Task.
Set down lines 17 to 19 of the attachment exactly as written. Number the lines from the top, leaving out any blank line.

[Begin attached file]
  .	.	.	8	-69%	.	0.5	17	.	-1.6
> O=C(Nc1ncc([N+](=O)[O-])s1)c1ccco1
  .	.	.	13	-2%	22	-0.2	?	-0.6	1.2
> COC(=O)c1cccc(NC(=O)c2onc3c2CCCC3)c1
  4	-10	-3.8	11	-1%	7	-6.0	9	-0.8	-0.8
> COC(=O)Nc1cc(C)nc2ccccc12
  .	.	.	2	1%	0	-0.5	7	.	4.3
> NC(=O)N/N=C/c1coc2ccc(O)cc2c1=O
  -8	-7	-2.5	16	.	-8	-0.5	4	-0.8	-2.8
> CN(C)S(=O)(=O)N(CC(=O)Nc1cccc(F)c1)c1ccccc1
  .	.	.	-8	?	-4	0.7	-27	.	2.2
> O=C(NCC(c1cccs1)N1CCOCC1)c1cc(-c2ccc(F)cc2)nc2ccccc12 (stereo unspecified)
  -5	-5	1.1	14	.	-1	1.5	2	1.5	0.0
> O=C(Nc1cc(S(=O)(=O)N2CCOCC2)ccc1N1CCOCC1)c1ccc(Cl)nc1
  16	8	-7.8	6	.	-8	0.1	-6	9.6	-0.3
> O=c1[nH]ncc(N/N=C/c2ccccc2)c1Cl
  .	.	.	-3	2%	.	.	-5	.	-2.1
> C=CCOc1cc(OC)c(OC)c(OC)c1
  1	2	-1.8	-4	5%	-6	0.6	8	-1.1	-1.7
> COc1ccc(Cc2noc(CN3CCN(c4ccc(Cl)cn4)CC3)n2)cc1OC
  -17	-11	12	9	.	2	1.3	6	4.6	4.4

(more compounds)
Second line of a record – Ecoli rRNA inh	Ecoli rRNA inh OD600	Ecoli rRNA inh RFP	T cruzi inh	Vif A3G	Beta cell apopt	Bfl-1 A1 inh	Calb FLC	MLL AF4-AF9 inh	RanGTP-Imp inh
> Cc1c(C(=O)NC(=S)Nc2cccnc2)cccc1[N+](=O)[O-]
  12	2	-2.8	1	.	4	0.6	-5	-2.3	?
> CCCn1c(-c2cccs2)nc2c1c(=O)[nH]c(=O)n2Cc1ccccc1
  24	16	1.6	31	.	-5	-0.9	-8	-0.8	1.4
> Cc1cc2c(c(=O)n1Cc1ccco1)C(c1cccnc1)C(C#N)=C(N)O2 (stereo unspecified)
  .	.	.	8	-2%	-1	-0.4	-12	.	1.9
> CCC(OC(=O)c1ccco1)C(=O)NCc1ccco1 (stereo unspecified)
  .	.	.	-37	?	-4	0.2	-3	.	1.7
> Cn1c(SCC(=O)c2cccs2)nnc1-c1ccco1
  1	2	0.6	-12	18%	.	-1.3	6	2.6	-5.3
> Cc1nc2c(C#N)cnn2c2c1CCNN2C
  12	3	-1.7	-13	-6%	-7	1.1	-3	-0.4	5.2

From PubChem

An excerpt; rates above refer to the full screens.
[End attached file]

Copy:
  .	.	.	-3	2%	.	.	-5	.	-2.1
> C=CCOc1cc(OC)c(OC)c(OC)c1
  1	2	-1.8	-4	5%	-6	0.6	8	-1.1	-1.7